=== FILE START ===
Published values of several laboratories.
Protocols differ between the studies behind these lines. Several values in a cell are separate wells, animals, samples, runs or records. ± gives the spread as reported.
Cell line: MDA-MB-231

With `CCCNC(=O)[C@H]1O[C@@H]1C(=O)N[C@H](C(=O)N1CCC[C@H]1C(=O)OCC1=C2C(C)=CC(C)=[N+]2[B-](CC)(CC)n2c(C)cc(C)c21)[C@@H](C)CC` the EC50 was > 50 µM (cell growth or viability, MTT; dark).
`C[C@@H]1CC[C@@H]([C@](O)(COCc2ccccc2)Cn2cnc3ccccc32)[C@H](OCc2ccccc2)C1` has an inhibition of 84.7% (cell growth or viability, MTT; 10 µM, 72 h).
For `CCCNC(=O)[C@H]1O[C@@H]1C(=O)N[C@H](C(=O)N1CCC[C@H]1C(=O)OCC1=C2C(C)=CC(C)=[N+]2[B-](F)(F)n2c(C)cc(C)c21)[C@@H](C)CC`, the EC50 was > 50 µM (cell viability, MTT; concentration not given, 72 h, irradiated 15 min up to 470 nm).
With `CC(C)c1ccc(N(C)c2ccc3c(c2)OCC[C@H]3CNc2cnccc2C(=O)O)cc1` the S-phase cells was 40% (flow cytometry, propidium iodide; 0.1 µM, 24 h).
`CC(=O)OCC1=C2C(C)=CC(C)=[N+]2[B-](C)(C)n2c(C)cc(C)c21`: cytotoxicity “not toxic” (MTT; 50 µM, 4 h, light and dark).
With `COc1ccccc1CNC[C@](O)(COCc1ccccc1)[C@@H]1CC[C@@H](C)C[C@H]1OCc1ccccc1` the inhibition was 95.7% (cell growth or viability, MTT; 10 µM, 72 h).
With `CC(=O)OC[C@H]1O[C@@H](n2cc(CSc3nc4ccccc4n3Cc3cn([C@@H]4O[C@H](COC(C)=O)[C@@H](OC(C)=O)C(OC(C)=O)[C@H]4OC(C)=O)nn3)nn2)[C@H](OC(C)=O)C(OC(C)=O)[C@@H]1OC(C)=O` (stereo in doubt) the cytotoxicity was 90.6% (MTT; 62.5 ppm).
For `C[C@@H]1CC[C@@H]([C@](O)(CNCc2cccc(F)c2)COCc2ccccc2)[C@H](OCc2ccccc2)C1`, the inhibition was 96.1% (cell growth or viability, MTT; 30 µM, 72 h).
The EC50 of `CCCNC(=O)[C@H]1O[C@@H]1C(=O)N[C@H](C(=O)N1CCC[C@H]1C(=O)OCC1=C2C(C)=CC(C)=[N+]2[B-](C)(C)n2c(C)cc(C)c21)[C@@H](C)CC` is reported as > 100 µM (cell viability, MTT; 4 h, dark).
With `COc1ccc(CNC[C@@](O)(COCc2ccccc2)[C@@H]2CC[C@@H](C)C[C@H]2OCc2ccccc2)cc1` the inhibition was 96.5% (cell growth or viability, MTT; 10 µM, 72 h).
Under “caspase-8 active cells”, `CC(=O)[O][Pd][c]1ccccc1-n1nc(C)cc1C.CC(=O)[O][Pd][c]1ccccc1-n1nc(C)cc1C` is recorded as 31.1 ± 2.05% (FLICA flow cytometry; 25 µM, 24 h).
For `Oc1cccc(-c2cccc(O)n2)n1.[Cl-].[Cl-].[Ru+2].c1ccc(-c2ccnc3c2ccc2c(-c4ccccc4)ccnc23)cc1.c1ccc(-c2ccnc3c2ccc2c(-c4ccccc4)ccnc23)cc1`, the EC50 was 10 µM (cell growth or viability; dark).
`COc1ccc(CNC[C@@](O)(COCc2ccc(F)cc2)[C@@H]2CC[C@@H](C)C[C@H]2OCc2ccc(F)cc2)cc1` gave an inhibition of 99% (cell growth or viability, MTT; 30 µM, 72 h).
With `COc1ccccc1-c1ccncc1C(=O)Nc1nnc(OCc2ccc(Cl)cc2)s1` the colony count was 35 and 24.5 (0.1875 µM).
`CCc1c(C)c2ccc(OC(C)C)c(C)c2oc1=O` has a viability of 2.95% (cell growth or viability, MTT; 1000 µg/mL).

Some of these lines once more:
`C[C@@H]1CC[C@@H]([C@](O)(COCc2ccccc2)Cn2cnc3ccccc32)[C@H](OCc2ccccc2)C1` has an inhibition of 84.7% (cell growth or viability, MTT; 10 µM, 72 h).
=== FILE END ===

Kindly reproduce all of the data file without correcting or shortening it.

Published values of several laboratories.
Protocols differ between the studies behind these lines. Several values in a cell are separate wells, animals, samples, runs or records. ± gives the spread as reported.
Cell line: MDA-MB-231

With `CCCNC(=O)[C@H]1O[C@@H]1C(=O)N[C@H](C(=O)N1CCC[C@H]1C(=O)OCC1=C2C(C)=CC(C)=[N+]2[B-](CC)(CC)n2c(C)cc(C)c21)[C@@H](C)CC` the EC50 was > 50 µM (cell growth or viability, MTT; dark).
`C[C@@H]1CC[C@@H]([C@](O)(COCc2ccccc2)Cn2cnc3ccccc32)[C@H](OCc2ccccc2)C1` has an inhibition of 84.7% (cell growth or viability, MTT; 10 µM, 72 h).
For `CCCNC(=O)[C@H]1O[C@@H]1C(=O)N[C@H](C(=O)N1CCC[C@H]1C(=O)OCC1=C2C(C)=CC(C)=[N+]2[B-](F)(F)n2c(C)cc(C)c21)[C@@H](C)CC`, the EC50 was > 50 µM (cell viability, MTT; concentration not given, 72 h, irradiated 15 min up to 470 nm).
With `CC(C)c1ccc(N(C)c2ccc3c(c2)OCC[C@H]3CNc2cnccc2C(=O)O)cc1` the S-phase cells was 40% (flow cytometry, propidium iodide; 0.1 µM, 24 h).
`CC(=O)OCC1=C2C(C)=CC(C)=[N+]2[B-](C)(C)n2c(C)cc(C)c21`: cytotoxicity “not toxic” (MTT; 50 µM, 4 h, light and dark).
With `COc1ccccc1CNC[C@](O)(COCc1ccccc1)[C@@H]1CC[C@@H](C)C[C@H]1OCc1ccccc1` the inhibition was 95.7% (cell growth or viability, MTT; 10 µM, 72 h).
With `CC(=O)OC[C@H]1O[C@@H](n2cc(CSc3nc4ccccc4n3Cc3cn([C@@H]4O[C@H](COC(C)=O)[C@@H](OC(C)=O)C(OC(C)=O)[C@H]4OC(C)=O)nn3)nn2)[C@H](OC(C)=O)C(OC(C)=O)[C@@H]1OC(C)=O` (stereo in doubt) the cytotoxicity was 90.6% (MTT; 62.5 ppm).
For `C[C@@H]1CC[C@@H]([C@](O)(CNCc2cccc(F)c2)COCc2ccccc2)[C@H](OCc2ccccc2)C1`, the inhibition was 96.1% (cell growth or viability, MTT; 30 µM, 72 h).
The EC50 of `CCCNC(=O)[C@H]1O[C@@H]1C(=O)N[C@H](C(=O)N1CCC[C@H]1C(=O)OCC1=C2C(C)=CC(C)=[N+]2[B-](C)(C)n2c(C)cc(C)c21)[C@@H](C)CC` is reported as > 100 µM (cell viability, MTT; 4 h, dark).
With `COc1ccc(CNC[C@@](O)(COCc2ccccc2)[C@@H]2CC[C@@H](C)C[C@H]2OCc2ccccc2)cc1` the inhibition was 96.5% (cell growth or viability, MTT; 10 µM, 72 h).
Under “caspase-8 active cells”, `CC(=O)[O][Pd][c]1ccccc1-n1nc(C)cc1C.CC(=O)[O][Pd][c]1ccccc1-n1nc(C)cc1C` is recorded as 31.1 ± 2.05% (FLICA flow cytometry; 25 µM, 24 h).
For `Oc1cccc(-c2cccc(O)n2)n1.[Cl-].[Cl-].[Ru+2].c1ccc(-c2ccnc3c2ccc2c(-c4ccccc4)ccnc23)cc1.c1ccc(-c2ccnc3c2ccc2c(-c4ccccc4)ccnc23)cc1`, the EC50 was 10 µM (cell growth or viability; dark).
`COc1ccc(CNC[C@@](O)(COCc2ccc(F)cc2)[C@@H]2CC[C@@H](C)C[C@H]2OCc2ccc(F)cc2)cc1` gave an inhibition of 99% (cell growth or viability, MTT; 30 µM, 72 h).
With `COc1ccccc1-c1ccncc1C(=O)Nc1nnc(OCc2ccc(Cl)cc2)s1` the colony count was 35 and 24.5 (0.1875 µM).
`CCc1c(C)c2ccc(OC(C)C)c(C)c2oc1=O` has a viability of 2.95% (cell growth or viability, MTT; 1000 µg/mL).

Some of these lines once more:
`C[C@@H]1CC[C@@H]([C@](O)(COCc2ccccc2)Cn2cnc3ccccc32)[C@H](OCc2ccccc2)C1` has an inhibition of 84.7% (cell growth or viability, MTT; 10 µM, 72 h).